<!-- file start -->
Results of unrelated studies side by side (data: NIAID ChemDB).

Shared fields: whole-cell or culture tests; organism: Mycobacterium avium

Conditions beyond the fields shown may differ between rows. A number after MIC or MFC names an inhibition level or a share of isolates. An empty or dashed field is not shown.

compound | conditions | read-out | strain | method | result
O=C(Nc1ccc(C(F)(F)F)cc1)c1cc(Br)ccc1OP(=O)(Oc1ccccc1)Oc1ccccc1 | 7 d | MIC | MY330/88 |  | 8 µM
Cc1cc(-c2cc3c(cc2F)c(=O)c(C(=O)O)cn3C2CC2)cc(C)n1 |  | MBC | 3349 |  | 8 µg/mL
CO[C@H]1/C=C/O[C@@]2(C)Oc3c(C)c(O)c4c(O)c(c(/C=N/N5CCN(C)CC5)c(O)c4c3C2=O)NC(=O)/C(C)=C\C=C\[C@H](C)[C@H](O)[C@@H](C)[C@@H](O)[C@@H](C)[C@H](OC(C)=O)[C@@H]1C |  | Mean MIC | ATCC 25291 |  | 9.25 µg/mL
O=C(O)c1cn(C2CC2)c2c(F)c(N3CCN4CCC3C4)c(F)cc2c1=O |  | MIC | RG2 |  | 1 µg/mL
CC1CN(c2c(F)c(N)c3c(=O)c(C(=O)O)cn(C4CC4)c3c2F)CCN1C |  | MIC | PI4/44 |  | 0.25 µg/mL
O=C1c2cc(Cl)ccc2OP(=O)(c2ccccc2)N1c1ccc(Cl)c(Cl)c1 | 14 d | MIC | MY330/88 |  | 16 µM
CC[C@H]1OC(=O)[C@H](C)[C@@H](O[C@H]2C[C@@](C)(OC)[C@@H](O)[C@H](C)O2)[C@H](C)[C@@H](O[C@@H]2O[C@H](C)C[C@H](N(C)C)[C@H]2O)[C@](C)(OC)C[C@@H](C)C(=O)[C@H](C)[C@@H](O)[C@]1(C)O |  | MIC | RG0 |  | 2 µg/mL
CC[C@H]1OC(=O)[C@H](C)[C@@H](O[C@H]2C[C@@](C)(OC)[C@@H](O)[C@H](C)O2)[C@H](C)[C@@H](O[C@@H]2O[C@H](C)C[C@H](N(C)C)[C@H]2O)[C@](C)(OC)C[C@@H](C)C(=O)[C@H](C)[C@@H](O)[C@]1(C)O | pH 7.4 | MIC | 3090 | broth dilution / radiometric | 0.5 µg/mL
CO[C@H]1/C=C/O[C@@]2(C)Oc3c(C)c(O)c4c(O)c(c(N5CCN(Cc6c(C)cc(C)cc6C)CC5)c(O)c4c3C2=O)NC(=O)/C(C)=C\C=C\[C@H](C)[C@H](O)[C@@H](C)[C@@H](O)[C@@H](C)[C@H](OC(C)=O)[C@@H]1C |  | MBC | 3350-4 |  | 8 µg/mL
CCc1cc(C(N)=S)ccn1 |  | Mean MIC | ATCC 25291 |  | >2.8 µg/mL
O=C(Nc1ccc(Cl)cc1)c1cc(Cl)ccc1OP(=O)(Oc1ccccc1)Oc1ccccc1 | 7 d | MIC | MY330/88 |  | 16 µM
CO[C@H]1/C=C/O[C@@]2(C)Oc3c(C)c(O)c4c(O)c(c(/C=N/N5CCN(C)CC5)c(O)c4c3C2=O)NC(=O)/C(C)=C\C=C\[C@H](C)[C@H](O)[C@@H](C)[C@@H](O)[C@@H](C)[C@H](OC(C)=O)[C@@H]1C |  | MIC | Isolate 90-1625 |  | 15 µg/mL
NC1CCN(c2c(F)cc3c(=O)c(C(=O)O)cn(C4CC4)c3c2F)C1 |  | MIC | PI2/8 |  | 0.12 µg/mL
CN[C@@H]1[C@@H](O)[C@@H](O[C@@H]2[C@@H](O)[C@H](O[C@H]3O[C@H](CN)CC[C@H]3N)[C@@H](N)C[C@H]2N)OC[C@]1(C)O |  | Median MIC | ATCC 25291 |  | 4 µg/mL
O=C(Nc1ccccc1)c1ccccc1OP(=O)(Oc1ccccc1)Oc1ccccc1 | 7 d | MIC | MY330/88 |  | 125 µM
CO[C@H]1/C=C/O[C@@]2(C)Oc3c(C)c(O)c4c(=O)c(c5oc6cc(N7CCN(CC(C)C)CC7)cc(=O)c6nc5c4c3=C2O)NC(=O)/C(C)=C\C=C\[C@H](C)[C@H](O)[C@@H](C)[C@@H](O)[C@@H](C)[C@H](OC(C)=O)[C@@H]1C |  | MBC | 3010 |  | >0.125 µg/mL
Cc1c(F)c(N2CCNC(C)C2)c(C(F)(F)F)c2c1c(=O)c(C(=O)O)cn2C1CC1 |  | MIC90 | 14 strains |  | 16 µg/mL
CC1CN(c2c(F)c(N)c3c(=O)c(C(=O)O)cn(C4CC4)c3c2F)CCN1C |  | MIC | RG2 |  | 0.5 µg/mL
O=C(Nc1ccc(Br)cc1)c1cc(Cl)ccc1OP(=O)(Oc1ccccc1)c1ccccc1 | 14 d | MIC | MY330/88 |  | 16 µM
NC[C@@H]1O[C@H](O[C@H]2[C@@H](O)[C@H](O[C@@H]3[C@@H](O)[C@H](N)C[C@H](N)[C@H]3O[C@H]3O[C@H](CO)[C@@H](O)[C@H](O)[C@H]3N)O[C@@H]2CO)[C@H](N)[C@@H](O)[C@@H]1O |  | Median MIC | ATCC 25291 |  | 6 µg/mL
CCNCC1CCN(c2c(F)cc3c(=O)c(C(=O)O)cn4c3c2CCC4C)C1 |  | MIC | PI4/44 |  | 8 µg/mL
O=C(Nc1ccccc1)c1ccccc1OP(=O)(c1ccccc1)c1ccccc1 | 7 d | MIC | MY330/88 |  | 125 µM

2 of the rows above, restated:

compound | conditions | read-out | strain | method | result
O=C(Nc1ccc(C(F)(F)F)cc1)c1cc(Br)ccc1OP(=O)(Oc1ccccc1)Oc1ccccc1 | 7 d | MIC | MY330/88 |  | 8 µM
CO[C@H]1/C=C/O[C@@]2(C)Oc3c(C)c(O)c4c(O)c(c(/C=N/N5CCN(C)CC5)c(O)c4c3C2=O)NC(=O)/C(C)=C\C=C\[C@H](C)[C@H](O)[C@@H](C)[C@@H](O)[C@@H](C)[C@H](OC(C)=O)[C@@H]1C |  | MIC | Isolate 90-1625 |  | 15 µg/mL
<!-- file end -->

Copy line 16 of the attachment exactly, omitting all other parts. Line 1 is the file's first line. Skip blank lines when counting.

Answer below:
CO[C@H]1/C=C/O[C@@]2(C)Oc3c(C)c(O)c4c(O)c(c(/C=N/N5CCN(C)CC5)c(O)c4c3C2=O)NC(=O)/C(C)=C\C=C\[C@H](C)[C@H](O)[C@@H](C)[C@@H](O)[C@@H](C)[C@H](OC(C)=O)[C@@H]1C |  | MIC | Isolate 90-1625 |  | 15 µg/mL